offer, when they really want your office,
which they’ll redecorate. Beware the still
untested pension plan. Keep your keys. Ask
for more troops than you think you’ll need. Listen
more to fools and less to colleagues. Love your
youngest child the most, regardless. Back to
storms: dress warm, take a friend, don’t eat the grass,
don’t stand near tall trees, and keep the yelling
down—the winds won’t listen, and no one will
see you in the dark. It’s too hard to hear
you over all the thunder. But you’re not
Lear, except that we can’t stop you from what
you’ve planned to do. In the end, no one leaves
the stage in character—we never see
the feather, the mirror held to our lips.
So don’t wait for skies to crack with sun. Feel
the storm’s sweet sting invade you to the skin,
the strange, sore comforts of the wind. Embrace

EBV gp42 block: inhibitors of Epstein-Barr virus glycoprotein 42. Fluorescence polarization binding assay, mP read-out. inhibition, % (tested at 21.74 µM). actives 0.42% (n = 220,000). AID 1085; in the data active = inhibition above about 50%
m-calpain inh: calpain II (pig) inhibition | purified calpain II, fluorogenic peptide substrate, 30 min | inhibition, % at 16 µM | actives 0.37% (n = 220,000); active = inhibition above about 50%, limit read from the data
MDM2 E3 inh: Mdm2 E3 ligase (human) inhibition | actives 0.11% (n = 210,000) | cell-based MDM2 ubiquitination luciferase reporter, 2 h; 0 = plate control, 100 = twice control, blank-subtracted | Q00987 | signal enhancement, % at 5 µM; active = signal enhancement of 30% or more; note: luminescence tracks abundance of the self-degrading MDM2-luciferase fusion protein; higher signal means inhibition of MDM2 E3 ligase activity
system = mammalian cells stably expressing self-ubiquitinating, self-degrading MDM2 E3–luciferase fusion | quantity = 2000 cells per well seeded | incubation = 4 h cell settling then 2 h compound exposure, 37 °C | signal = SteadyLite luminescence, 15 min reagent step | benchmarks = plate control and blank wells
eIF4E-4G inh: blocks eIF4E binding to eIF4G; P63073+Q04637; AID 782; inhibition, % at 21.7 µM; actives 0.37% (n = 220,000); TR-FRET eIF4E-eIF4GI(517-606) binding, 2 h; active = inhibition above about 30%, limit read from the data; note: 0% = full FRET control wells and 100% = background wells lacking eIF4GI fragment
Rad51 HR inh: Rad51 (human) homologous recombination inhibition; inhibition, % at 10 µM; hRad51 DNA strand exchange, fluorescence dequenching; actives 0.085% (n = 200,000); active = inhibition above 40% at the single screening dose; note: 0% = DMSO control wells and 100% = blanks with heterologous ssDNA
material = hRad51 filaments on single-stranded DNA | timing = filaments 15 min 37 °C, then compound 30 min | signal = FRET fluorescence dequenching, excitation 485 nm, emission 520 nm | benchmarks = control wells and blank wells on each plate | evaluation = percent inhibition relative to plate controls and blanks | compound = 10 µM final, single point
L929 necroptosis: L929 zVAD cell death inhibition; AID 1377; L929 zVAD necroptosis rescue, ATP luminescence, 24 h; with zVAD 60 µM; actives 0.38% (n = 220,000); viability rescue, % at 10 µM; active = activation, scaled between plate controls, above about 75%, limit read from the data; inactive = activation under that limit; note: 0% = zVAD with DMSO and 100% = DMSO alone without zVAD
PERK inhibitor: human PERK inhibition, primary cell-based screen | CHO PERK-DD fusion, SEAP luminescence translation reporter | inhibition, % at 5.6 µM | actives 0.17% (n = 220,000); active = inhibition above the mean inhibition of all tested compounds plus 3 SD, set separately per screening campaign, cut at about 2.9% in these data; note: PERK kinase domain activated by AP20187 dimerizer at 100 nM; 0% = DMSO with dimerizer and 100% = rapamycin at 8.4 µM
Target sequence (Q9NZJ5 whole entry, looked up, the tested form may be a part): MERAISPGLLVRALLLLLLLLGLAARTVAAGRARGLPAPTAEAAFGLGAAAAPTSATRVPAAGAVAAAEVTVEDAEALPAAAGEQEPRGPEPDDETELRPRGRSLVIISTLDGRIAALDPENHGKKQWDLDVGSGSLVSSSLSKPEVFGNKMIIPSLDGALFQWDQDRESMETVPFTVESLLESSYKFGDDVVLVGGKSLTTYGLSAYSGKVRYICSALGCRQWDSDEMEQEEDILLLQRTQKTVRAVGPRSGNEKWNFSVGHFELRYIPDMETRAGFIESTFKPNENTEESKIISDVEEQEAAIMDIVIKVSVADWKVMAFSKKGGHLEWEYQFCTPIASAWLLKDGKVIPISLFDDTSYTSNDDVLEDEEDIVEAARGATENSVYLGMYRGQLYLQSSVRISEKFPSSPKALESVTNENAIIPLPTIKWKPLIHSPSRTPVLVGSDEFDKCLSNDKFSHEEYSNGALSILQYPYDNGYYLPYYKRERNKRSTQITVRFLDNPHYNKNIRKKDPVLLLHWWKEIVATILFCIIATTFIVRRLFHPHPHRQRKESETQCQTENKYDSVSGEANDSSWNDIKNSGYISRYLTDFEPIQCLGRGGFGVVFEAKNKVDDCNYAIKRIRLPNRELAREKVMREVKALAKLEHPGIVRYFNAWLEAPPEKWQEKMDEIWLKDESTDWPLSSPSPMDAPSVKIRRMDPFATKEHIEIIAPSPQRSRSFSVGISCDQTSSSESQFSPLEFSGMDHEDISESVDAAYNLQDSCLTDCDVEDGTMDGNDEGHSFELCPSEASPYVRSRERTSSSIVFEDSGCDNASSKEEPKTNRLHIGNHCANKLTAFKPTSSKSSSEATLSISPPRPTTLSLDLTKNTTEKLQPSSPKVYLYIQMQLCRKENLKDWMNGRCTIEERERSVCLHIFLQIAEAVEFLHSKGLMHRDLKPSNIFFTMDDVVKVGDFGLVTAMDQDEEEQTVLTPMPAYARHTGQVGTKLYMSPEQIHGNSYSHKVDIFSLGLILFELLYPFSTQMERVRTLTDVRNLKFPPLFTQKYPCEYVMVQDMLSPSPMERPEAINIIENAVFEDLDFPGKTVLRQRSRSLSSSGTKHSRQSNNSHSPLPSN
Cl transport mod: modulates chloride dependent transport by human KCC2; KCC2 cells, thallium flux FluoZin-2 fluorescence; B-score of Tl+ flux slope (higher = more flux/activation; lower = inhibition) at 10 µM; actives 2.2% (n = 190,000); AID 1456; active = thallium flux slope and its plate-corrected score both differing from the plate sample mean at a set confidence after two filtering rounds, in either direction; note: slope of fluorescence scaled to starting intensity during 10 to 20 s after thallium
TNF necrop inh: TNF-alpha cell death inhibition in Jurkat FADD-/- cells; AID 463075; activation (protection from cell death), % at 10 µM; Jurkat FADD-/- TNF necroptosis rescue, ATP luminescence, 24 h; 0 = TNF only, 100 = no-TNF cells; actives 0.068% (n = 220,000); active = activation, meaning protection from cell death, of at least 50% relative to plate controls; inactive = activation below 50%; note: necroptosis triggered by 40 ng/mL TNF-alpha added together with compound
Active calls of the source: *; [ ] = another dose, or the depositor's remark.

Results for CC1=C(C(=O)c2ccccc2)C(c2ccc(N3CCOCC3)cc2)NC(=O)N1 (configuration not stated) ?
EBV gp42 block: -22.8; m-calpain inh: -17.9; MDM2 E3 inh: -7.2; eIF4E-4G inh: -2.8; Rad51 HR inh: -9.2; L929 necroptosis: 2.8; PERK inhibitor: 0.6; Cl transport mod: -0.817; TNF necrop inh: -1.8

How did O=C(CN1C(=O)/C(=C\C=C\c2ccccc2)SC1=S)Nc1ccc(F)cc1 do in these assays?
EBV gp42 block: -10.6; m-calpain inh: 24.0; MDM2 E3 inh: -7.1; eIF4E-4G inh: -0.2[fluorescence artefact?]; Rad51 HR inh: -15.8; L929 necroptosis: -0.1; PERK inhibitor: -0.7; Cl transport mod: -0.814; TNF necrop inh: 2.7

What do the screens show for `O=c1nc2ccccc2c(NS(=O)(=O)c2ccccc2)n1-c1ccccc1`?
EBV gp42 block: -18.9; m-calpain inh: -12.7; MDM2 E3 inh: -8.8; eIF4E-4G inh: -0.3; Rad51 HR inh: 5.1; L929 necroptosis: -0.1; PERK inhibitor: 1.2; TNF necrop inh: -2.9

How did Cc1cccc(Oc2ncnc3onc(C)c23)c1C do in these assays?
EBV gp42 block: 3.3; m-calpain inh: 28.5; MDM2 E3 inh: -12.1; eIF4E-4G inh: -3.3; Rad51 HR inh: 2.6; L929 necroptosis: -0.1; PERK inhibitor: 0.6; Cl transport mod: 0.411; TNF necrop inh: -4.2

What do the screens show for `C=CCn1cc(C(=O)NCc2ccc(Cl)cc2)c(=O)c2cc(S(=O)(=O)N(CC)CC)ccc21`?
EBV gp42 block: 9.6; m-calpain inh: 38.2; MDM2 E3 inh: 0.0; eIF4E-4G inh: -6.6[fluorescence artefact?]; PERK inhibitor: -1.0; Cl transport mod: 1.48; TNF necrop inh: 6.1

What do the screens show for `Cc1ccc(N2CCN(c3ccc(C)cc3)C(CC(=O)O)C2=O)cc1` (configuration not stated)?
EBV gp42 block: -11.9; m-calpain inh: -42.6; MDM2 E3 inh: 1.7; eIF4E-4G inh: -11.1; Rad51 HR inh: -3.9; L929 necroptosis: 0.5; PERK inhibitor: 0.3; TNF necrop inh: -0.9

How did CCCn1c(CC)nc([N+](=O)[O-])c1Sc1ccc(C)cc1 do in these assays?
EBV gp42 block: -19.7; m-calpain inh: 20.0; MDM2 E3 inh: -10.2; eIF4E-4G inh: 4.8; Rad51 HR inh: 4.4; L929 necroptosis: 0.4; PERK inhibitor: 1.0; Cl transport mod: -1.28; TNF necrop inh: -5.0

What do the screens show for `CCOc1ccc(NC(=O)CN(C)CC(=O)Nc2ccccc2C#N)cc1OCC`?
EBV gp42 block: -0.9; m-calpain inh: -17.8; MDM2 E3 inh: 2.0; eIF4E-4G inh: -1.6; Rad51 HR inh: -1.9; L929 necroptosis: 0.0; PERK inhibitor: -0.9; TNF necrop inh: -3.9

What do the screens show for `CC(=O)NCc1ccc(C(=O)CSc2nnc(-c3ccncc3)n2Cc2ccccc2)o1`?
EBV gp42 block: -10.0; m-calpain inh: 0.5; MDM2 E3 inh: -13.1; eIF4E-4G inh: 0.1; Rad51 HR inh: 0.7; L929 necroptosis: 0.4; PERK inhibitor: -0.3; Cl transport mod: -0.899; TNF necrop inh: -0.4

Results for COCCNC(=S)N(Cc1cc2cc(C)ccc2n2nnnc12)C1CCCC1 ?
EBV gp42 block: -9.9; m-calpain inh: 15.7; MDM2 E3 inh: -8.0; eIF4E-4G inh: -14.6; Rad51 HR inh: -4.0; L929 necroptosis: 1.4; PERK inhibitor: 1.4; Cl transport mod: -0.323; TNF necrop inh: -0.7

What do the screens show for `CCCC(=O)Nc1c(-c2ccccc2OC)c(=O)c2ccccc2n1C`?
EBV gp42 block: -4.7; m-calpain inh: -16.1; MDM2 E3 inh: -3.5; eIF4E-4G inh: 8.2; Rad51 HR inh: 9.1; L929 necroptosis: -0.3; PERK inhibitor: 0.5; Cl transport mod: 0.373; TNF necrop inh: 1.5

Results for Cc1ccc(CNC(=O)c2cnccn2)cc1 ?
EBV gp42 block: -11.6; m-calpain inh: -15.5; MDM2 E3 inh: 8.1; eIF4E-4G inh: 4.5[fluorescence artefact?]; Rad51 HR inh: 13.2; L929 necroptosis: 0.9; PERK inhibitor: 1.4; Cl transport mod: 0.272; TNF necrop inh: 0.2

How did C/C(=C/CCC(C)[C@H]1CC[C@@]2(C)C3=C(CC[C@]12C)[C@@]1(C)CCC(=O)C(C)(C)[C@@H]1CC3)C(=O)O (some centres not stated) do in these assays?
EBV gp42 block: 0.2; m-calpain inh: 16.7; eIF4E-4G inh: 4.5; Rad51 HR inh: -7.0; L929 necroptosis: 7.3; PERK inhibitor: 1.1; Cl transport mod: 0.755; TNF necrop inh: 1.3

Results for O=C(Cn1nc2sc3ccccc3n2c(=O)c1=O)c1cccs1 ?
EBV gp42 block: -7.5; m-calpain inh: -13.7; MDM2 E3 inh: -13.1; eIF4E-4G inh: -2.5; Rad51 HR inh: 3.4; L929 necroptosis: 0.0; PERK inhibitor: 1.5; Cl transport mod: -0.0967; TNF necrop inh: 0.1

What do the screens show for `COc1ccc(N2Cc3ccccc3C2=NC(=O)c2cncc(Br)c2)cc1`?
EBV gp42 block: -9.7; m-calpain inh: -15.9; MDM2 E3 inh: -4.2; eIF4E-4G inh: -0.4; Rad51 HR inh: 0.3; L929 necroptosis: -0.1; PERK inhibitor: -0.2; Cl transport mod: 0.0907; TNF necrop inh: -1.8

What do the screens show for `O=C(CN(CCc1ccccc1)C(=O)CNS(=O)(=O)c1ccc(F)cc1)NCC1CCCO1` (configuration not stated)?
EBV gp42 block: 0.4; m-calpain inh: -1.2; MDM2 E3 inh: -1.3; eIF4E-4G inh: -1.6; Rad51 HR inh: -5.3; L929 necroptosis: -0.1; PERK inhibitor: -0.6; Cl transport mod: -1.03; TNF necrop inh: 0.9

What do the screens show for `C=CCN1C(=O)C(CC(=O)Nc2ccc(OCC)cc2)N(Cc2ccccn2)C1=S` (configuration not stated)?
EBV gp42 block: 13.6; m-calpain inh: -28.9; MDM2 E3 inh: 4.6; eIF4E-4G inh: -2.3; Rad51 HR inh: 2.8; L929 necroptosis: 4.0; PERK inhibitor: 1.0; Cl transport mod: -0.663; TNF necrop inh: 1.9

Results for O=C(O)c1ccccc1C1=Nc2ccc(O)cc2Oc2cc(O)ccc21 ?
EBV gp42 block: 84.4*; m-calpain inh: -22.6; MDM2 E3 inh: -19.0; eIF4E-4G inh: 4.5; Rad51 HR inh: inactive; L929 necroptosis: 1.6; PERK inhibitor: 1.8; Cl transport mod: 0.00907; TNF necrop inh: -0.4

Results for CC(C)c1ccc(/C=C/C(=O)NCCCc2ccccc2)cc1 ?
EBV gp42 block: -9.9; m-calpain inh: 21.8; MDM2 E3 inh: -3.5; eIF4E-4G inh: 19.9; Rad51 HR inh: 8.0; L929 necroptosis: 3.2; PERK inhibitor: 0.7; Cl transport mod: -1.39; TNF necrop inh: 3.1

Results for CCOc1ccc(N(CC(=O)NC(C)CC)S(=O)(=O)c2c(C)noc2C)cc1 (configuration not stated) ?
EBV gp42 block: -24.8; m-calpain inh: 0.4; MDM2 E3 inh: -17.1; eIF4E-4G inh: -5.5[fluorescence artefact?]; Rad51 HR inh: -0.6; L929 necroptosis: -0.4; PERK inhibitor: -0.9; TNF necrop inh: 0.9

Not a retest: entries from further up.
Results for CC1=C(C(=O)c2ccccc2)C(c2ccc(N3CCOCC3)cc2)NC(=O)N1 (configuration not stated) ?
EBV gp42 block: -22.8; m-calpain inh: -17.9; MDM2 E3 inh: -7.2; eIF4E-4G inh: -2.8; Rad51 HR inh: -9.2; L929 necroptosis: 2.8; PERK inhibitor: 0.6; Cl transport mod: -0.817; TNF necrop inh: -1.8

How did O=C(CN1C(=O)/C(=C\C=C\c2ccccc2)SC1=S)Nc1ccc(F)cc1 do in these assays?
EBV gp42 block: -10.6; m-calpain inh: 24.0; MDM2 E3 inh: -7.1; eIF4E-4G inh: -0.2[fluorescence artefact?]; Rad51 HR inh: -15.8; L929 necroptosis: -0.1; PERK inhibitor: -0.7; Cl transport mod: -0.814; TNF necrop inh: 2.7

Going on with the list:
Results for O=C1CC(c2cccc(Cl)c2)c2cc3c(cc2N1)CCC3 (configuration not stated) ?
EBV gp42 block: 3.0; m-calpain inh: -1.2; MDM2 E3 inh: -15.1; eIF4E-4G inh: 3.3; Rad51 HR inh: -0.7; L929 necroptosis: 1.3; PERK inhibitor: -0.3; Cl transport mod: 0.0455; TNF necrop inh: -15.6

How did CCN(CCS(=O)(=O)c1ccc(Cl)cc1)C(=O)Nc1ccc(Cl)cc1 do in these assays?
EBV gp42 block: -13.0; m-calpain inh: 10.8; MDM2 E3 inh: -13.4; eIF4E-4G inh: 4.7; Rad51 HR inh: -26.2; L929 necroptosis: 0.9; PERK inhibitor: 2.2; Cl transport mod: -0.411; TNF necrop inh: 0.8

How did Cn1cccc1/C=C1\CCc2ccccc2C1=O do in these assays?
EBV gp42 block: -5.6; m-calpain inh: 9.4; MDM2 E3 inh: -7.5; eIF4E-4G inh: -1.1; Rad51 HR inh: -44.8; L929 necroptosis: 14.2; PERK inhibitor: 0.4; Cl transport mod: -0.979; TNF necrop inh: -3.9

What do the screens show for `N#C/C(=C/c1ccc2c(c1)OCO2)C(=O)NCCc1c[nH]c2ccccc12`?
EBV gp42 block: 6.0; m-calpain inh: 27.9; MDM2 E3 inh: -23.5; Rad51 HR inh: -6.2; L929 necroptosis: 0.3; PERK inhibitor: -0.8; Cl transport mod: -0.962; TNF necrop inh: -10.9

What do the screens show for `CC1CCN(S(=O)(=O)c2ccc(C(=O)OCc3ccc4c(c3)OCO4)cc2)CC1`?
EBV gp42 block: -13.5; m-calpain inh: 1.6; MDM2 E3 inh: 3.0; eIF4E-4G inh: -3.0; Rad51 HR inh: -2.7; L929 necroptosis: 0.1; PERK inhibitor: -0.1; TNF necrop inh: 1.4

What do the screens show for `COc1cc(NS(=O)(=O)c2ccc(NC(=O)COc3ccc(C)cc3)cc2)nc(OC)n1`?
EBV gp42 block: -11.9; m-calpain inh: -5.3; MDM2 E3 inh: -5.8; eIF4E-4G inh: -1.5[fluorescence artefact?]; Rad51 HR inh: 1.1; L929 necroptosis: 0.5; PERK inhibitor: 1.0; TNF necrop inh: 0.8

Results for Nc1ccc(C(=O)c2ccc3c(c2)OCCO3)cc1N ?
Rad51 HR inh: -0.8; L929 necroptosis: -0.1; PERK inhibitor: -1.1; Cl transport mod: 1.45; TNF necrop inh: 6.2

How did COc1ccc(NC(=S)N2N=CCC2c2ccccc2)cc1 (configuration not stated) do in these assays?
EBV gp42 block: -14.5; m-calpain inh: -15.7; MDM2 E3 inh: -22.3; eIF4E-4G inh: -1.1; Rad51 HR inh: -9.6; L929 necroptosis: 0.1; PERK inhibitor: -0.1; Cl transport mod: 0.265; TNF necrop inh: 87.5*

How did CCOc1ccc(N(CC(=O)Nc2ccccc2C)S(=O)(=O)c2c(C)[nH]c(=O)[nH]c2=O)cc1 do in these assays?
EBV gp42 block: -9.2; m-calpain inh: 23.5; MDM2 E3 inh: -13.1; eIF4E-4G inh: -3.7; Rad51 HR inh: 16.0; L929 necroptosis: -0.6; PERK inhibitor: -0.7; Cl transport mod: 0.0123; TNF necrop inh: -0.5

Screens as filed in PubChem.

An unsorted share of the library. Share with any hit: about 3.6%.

your children’s ragged praise and that of friends.
Go ahead, take it off, take it all off.
Run naked into tempests. Weave flowers
into your hair. Bellow at cataracts.
If you dare, scream at the gods. Babble as
if you thought words could save. Drink rain like cold
beer. So much better than making theories.
We’d all come with you, laughing, if we could.

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American Arty – Miles Cleveland Goodwin

In the words of one writer, “What is the fundamental nature of art if not to elicit feeling, to create a direct line of communication between creator and viewer? In an age of digital manipulation and mass produced imagery, Miles Cleveland Goodwin remains true to his own hand, just as he does to the individual perception of his eye. Goodwin is a superb painter. How seldom today do we refer to work as ‘painterly’? Yet that so well defines Goodwin, an artist whose classical training underlies his every canvas. Art builds upon its own history, and Goodwin pays homage to the vision of such seemingly disparate painters as Francis Bacon and Andrew Wyeth with a hand not unrelated to the mastery of the German expressionists. Though young, Goodwin’s work has attained what the French call ‘ecriture’, the unique hallmark that sets an artist apart from all others.”

Below – “Butterfly and Lightning”; “(Self Portrait) Under a Wave”; “Haints”; “Sunday Stroll Down Dumaine Street”; “Laughing Gull”; “Massacre”; “Unsettled Sea”; “Sunrise”; “Sacred Oak.”